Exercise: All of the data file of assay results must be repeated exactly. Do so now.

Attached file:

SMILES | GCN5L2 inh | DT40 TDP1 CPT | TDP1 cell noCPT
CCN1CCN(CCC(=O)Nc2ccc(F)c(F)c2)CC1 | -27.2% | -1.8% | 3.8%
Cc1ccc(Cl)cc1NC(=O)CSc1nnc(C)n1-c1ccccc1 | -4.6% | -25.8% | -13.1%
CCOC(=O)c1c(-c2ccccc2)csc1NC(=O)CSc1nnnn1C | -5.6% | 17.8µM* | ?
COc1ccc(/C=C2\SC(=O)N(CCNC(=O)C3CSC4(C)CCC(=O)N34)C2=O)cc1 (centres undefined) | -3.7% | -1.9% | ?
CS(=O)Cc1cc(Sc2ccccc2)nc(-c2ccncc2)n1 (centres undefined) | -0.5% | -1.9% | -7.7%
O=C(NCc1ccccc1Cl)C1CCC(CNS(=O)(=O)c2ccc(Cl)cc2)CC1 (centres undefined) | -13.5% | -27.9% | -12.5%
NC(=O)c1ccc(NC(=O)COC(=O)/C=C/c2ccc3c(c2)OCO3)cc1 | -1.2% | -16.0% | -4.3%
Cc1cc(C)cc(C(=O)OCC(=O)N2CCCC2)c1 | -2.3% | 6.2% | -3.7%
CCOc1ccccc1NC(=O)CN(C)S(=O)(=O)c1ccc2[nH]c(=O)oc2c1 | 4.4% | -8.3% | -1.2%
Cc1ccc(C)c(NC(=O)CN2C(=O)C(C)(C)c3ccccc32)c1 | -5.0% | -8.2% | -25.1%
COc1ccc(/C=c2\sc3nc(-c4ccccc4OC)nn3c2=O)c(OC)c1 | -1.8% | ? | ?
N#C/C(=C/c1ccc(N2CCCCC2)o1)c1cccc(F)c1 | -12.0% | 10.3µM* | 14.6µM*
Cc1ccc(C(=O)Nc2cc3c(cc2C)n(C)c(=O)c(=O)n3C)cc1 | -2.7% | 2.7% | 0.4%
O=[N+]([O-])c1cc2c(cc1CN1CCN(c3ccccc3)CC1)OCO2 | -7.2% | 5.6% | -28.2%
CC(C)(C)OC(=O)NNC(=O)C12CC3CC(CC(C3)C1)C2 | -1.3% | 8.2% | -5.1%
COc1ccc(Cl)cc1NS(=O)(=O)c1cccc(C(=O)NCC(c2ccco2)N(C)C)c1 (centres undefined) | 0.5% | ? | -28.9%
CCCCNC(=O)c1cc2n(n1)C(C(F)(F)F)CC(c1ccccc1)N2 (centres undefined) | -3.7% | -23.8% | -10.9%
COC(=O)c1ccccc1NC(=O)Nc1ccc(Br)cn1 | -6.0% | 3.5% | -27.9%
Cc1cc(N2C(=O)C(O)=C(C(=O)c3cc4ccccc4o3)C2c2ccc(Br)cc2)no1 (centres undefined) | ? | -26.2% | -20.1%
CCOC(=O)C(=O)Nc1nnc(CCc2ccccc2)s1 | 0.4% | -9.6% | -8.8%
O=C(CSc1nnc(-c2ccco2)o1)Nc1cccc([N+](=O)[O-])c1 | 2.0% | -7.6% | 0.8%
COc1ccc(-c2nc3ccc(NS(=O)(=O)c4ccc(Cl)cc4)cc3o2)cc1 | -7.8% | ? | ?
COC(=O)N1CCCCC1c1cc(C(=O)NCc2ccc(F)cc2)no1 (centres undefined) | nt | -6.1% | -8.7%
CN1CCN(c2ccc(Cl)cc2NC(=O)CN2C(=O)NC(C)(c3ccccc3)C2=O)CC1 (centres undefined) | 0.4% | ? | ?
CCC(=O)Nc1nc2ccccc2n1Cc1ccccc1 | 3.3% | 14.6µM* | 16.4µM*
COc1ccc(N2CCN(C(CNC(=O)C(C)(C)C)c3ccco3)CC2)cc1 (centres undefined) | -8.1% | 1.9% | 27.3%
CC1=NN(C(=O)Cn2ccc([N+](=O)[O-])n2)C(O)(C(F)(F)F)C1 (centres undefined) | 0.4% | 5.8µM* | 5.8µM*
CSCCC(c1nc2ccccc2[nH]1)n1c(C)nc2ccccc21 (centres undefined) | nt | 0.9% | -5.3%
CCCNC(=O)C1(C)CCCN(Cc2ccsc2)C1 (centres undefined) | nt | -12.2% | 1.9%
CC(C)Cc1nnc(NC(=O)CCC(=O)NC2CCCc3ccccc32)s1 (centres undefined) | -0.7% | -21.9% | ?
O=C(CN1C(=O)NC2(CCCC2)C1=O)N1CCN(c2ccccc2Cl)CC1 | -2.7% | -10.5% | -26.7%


SMILES | GCN5L2 inh | DT40 TDP1 CPT | TDP1 cell noCPT
CCN1CCN(CCC(=O)Nc2ccc(F)c(F)c2)CC1 | -27.2% | -1.8% | 3.8%
Cc1ccc(Cl)cc1NC(=O)CSc1nnc(C)n1-c1ccccc1 | -4.6% | -25.8% | -13.1%
CCOC(=O)c1c(-c2ccccc2)csc1NC(=O)CSc1nnnn1C | -5.6% | 17.8µM* | ?
COc1ccc(/C=C2\SC(=O)N(CCNC(=O)C3CSC4(C)CCC(=O)N34)C2=O)cc1 (centres undefined) | -3.7% | -1.9% | ?
CS(=O)Cc1cc(Sc2ccccc2)nc(-c2ccncc2)n1 (centres undefined) | -0.5% | -1.9% | -7.7%
O=C(NCc1ccccc1Cl)C1CCC(CNS(=O)(=O)c2ccc(Cl)cc2)CC1 (centres undefined) | -13.5% | -27.9% | -12.5%
NC(=O)c1ccc(NC(=O)COC(=O)/C=C/c2ccc3c(c2)OCO3)cc1 | -1.2% | -16.0% | -4.3%
Cc1cc(C)cc(C(=O)OCC(=O)N2CCCC2)c1 | -2.3% | 6.2% | -3.7%
CCOc1ccccc1NC(=O)CN(C)S(=O)(=O)c1ccc2[nH]c(=O)oc2c1 | 4.4% | -8.3% | -1.2%
Cc1ccc(C)c(NC(=O)CN2C(=O)C(C)(C)c3ccccc32)c1 | -5.0% | -8.2% | -25.1%
COc1ccc(/C=c2\sc3nc(-c4ccccc4OC)nn3c2=O)c(OC)c1 | -1.8% | ? | ?
N#C/C(=C/c1ccc(N2CCCCC2)o1)c1cccc(F)c1 | -12.0% | 10.3µM* | 14.6µM*
Cc1ccc(C(=O)Nc2cc3c(cc2C)n(C)c(=O)c(=O)n3C)cc1 | -2.7% | 2.7% | 0.4%
O=[N+]([O-])c1cc2c(cc1CN1CCN(c3ccccc3)CC1)OCO2 | -7.2% | 5.6% | -28.2%
CC(C)(C)OC(=O)NNC(=O)C12CC3CC(CC(C3)C1)C2 | -1.3% | 8.2% | -5.1%
COc1ccc(Cl)cc1NS(=O)(=O)c1cccc(C(=O)NCC(c2ccco2)N(C)C)c1 (centres undefined) | 0.5% | ? | -28.9%
CCCCNC(=O)c1cc2n(n1)C(C(F)(F)F)CC(c1ccccc1)N2 (centres undefined) | -3.7% | -23.8% | -10.9%
COC(=O)c1ccccc1NC(=O)Nc1ccc(Br)cn1 | -6.0% | 3.5% | -27.9%
Cc1cc(N2C(=O)C(O)=C(C(=O)c3cc4ccccc4o3)C2c2ccc(Br)cc2)no1 (centres undefined) | ? | -26.2% | -20.1%
CCOC(=O)C(=O)Nc1nnc(CCc2ccccc2)s1 | 0.4% | -9.6% | -8.8%
O=C(CSc1nnc(-c2ccco2)o1)Nc1cccc([N+](=O)[O-])c1 | 2.0% | -7.6% | 0.8%
COc1ccc(-c2nc3ccc(NS(=O)(=O)c4ccc(Cl)cc4)cc3o2)cc1 | -7.8% | ? | ?
COC(=O)N1CCCCC1c1cc(C(=O)NCc2ccc(F)cc2)no1 (centres undefined) | nt | -6.1% | -8.7%
CN1CCN(c2ccc(Cl)cc2NC(=O)CN2C(=O)NC(C)(c3ccccc3)C2=O)CC1 (centres undefined) | 0.4% | ? | ?
CCC(=O)Nc1nc2ccccc2n1Cc1ccccc1 | 3.3% | 14.6µM* | 16.4µM*
COc1ccc(N2CCN(C(CNC(=O)C(C)(C)C)c3ccco3)CC2)cc1 (centres undefined) | -8.1% | 1.9% | 27.3%
CC1=NN(C(=O)Cn2ccc([N+](=O)[O-])n2)C(O)(C(F)(F)F)C1 (centres undefined) | 0.4% | 5.8µM* | 5.8µM*
CSCCC(c1nc2ccccc2[nH]1)n1c(C)nc2ccccc21 (centres undefined) | nt | 0.9% | -5.3%
CCCNC(=O)C1(C)CCCN(Cc2ccsc2)C1 (centres undefined) | nt | -12.2% | 1.9%
CC(C)Cc1nnc(NC(=O)CCC(=O)NC2CCCc3ccccc32)s1 (centres undefined) | -0.7% | -21.9% | ?
O=C(CN1C(=O)NC2(CCCC2)C1=O)N1CCN(c2ccccc2Cl)CC1 | -2.7% | -10.5% | -26.7%